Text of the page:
Patrick looked with awe at the chocolate iced donut. Was it all just for him? His immediate response was to break it in two pieces – half for Lani, his much-adored older sister, and half for him. He was quickly reassured that Elena had already eaten her donut while he was having an afternoon nap and that it was all for him. He quickly complied by gobbling it down with sheer delight.
Did you know that people are innately generous? A new study published in the journal Nature finds that when people have to make the choice instantly, their first impulse is cooperation and generosity. Only when they have more time to consider their choice do they behave more selfishly. And this goes for adults too, not just children. The study concludes that generosity is the intuitive human response.
Generosity and sharing give us such a buzz, whether it’s shouting for a meal for friends or family, offering a lift or the use of your trailer to a neighbour, or donating to a worthwhile charity. Psychologist, Liz Dunn reckons she’s found a possible link between generosity and physical health. Apparently holding on tight to our money, whether justified or not by financial hardship, causes stress and our cortisol levels rise in direct relation to our penny-pinching.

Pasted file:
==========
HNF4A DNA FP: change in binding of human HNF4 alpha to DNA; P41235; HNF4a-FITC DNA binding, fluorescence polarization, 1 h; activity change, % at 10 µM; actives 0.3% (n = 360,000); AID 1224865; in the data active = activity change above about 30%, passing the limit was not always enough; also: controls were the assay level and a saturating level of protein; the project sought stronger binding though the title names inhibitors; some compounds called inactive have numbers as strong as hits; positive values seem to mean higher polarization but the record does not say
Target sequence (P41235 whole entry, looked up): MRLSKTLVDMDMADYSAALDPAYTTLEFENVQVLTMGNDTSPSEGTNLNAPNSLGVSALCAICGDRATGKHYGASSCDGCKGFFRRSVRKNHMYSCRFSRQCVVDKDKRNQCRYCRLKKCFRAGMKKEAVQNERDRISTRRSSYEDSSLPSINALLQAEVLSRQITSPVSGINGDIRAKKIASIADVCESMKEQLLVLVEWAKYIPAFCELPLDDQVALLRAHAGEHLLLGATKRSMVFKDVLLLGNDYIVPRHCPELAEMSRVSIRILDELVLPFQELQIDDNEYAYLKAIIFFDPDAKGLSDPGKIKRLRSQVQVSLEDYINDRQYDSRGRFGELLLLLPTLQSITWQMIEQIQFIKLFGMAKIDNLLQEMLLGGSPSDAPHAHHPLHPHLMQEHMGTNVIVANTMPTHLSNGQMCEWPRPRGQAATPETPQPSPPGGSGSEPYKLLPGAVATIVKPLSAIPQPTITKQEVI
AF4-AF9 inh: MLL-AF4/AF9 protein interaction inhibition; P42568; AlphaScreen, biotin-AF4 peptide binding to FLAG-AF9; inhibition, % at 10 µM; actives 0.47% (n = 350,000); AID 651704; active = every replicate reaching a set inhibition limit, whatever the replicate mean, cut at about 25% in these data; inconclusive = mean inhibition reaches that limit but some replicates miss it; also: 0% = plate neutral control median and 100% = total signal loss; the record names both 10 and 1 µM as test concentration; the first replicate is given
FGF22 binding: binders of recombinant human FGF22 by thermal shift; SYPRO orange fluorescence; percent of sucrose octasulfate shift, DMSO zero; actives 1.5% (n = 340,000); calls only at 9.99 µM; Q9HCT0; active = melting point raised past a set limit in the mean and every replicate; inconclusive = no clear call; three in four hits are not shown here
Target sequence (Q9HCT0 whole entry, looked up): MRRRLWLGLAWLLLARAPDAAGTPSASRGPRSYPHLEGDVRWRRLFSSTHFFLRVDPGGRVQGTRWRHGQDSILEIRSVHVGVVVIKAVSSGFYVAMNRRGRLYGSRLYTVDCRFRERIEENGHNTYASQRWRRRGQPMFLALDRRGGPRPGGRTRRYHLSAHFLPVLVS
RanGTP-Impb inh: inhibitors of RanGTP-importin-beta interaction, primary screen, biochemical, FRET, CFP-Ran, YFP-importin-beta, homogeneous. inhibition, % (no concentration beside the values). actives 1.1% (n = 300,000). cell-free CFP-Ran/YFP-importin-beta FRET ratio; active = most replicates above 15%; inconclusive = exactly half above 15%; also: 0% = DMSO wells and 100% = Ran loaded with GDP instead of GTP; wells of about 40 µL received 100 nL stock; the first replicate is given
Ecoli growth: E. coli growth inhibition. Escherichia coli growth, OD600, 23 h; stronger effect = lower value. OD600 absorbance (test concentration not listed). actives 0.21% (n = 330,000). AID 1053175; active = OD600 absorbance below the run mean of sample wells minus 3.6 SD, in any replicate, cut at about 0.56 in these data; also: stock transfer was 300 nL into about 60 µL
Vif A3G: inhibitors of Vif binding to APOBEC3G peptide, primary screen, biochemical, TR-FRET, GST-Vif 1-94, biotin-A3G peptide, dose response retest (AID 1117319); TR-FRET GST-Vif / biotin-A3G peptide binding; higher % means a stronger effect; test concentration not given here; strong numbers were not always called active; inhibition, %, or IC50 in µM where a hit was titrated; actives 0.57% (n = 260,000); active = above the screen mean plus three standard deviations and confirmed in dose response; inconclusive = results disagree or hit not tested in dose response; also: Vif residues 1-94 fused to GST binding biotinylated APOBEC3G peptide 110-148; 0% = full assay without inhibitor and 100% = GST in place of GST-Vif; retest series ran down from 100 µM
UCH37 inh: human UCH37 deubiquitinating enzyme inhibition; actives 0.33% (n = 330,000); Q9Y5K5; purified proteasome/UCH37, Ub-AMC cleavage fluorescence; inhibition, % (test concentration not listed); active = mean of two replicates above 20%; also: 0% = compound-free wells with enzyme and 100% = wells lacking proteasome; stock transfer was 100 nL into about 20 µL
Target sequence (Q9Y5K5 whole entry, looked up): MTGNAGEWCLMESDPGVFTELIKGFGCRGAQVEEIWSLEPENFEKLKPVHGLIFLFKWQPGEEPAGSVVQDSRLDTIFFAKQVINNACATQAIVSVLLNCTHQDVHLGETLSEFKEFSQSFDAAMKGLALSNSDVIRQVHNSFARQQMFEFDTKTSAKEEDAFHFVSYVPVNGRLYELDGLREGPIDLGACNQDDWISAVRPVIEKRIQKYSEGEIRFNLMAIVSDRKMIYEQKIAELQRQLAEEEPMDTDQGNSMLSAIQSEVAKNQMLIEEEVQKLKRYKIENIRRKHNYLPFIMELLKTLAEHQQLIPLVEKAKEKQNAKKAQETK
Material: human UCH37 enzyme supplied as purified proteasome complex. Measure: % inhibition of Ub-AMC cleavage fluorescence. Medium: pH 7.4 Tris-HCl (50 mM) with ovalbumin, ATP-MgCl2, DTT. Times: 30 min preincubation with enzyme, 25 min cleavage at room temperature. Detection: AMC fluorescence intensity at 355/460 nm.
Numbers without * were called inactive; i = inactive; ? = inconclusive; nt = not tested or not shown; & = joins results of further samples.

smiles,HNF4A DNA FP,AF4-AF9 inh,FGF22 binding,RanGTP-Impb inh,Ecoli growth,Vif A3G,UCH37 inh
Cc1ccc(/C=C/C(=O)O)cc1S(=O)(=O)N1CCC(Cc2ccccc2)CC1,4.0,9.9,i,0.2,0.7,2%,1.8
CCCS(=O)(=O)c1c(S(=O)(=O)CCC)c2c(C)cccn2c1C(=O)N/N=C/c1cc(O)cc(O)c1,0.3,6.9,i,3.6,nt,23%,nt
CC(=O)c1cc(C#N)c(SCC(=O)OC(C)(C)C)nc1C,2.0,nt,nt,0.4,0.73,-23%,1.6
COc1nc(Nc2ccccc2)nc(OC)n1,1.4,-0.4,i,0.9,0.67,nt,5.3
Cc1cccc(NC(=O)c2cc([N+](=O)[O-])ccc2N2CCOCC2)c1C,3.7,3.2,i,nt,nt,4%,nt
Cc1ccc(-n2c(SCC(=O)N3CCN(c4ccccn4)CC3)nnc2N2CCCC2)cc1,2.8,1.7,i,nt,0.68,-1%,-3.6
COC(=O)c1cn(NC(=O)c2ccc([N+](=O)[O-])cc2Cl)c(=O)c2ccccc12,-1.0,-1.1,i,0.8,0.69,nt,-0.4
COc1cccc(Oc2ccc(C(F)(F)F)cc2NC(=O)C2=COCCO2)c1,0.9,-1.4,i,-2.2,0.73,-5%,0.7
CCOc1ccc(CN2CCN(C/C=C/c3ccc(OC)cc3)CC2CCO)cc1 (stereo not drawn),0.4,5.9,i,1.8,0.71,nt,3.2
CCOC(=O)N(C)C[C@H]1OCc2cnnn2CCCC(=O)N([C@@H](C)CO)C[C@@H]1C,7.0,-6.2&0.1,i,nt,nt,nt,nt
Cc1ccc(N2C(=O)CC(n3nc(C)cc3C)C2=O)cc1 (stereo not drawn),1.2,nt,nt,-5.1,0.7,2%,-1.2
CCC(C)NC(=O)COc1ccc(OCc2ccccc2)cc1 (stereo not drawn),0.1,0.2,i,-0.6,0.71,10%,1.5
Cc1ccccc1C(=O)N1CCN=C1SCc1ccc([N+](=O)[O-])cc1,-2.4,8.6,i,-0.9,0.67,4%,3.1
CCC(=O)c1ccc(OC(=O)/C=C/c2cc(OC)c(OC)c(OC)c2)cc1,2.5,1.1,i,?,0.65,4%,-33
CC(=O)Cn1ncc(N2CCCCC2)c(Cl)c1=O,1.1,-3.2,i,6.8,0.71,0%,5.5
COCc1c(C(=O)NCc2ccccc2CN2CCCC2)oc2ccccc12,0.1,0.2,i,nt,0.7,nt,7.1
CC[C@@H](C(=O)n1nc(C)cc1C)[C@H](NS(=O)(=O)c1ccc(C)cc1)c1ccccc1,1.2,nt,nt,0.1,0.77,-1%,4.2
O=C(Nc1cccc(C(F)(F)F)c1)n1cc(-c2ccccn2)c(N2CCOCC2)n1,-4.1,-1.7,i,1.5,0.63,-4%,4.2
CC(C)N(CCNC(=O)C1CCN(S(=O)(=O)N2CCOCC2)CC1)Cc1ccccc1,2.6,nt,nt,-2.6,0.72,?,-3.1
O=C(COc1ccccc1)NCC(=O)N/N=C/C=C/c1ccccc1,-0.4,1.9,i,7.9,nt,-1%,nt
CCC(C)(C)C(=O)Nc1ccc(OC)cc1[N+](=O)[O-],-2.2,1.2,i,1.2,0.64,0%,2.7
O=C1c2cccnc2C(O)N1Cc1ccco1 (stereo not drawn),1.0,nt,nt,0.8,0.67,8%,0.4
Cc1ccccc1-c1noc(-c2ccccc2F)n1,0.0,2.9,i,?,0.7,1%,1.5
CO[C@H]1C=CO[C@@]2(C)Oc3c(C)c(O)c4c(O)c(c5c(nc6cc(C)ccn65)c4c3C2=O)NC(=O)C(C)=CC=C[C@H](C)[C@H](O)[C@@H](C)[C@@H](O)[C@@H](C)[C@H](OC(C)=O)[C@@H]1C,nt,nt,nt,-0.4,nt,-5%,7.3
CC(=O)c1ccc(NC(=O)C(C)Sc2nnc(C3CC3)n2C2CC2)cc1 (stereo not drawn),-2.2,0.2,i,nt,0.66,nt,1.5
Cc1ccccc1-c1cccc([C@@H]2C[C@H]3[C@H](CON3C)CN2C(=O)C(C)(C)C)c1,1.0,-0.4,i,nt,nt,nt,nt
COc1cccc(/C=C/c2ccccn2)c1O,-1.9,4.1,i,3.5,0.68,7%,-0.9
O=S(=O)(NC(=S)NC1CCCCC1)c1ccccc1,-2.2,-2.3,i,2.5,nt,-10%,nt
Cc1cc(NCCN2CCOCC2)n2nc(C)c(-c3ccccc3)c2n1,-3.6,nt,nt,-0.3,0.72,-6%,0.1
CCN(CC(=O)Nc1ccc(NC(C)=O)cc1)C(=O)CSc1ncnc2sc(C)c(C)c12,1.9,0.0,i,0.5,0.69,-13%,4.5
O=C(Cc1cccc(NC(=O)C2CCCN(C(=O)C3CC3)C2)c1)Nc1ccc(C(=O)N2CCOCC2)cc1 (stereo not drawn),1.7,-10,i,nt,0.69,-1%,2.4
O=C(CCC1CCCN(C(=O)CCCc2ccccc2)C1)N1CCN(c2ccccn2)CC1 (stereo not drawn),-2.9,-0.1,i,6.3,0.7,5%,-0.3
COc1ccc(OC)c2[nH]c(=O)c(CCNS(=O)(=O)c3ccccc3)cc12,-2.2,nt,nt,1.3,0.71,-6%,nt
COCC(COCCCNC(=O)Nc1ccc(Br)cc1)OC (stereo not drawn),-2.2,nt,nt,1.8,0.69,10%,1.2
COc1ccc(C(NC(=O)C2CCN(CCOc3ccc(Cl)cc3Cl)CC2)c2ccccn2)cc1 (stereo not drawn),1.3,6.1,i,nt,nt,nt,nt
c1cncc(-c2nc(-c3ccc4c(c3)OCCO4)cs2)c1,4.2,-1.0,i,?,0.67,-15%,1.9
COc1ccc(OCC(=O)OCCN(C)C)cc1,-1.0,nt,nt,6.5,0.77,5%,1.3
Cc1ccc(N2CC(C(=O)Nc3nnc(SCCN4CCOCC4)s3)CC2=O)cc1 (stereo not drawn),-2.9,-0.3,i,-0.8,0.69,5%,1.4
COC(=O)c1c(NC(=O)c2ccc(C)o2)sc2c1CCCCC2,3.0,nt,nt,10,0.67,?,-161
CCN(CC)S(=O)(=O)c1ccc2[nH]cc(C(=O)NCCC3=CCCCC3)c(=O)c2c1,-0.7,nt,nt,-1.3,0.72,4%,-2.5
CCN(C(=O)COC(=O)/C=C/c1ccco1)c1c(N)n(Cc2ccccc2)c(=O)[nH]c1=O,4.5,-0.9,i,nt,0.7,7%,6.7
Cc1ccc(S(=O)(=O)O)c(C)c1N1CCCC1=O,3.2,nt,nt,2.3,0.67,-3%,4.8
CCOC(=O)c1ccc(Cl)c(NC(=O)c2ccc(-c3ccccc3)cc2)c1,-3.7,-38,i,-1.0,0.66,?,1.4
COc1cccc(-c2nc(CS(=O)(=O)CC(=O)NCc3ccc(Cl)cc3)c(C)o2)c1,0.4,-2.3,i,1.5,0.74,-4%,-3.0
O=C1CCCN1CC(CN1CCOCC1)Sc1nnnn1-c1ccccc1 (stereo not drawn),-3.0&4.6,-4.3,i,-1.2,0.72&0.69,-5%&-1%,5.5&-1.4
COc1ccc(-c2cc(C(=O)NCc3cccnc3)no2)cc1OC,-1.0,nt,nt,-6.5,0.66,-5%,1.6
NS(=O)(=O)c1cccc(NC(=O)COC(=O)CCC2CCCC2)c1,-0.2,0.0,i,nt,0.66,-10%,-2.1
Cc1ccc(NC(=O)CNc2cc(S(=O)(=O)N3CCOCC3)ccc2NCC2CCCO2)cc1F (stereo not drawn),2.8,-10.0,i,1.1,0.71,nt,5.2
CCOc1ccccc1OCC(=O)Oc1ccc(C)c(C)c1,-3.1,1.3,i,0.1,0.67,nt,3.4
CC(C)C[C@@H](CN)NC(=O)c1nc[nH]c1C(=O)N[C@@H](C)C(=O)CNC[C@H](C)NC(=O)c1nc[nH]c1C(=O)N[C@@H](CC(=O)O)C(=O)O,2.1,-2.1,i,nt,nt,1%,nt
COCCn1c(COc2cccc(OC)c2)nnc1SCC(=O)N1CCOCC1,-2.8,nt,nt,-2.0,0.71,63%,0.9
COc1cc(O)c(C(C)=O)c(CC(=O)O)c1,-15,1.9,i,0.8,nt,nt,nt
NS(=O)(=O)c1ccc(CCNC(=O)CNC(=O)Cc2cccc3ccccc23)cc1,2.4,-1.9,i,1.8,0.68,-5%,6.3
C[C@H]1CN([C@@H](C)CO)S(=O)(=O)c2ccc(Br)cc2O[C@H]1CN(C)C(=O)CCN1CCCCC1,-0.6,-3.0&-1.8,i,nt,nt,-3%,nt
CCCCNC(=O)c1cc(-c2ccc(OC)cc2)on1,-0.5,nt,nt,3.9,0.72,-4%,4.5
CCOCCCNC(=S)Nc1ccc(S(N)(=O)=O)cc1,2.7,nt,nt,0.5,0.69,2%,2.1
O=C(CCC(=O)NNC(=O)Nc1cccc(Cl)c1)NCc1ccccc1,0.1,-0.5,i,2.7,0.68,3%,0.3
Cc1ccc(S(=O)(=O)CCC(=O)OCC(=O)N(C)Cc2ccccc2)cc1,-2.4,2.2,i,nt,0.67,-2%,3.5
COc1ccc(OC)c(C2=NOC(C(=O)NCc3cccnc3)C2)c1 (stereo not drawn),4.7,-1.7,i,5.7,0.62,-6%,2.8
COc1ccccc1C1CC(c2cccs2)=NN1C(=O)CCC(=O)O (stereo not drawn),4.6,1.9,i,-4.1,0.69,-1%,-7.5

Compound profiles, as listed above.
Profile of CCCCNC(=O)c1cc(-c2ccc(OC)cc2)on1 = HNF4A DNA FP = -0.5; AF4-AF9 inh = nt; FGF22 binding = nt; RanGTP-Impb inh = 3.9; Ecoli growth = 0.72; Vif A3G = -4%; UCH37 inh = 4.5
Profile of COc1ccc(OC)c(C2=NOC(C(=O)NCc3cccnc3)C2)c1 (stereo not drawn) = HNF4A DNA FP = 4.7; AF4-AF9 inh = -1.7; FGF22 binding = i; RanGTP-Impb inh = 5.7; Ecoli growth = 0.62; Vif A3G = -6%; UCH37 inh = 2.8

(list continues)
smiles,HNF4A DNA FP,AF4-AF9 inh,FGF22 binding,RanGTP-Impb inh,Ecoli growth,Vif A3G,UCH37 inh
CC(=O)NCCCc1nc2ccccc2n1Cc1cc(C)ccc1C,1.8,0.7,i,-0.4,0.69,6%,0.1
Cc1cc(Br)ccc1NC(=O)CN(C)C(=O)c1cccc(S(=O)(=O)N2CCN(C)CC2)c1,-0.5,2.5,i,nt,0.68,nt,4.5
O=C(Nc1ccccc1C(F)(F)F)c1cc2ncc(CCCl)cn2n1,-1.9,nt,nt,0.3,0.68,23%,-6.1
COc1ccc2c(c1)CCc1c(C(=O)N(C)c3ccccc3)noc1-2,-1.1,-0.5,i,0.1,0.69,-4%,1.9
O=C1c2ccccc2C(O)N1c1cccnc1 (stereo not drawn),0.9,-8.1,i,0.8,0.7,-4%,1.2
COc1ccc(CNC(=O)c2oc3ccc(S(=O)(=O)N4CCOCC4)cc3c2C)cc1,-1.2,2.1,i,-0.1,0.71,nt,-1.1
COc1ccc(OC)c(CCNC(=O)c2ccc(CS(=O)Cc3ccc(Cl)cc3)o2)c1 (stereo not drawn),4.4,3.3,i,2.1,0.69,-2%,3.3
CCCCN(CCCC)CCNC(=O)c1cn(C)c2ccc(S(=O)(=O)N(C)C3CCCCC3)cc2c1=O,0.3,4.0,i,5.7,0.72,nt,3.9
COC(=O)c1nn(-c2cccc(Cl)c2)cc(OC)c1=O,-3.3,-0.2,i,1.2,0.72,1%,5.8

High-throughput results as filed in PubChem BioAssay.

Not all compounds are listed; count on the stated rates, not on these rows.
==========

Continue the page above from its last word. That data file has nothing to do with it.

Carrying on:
In 2010 Stephen Post, bioethics professor and Live Well Survey founder of the Institute for Research on Unlimited Love, headed a study into the effect of giving on our health. Here’s what they found: 68% of those who volunteered in the past year reported volunteering made them feel physically healthier; 89% reported “Volunteering has improved my sense of well-being” and 92% agreed that volunteering enriched their sense of purpose in life.
Apparently, qualities like gratitude, celebration, forgiveness and compassion are not only good for the recipients of your generosity – they’re good for you too, leading to better health and longer life.
What brought me through a bout with depression and illness was a desire to help others. I found a niche in a church based on democratic principles and where I was welcomed and encouraged to participate in whatever capacity I was ready to fill and to which I could dedicate time. This led to a much better self-image as I gave of my time willingly, while gaining a new spiritual viewpoint of my relationship to God and to others. The new-found confidence and abilities opened up opportunities in my personal life as well, and healed much of the negative self-talk that was holding me back. You could say that a childlike inclination to be generous was regained, and I was born again – physically, mentally, emotionally!
This is a great time in history as clinical research is confirming what deep thinkers throughout history and representing all world religions have been affirming, that when we regain that intuitive generous nature, everything from life-satisfaction to self-realization and physical health is significantly affected.
Kay Stroud is a health blogger interested in the connection between our thoughts and our wellbeing. She’s also the spokesperson for Christian Science in Northern Australia.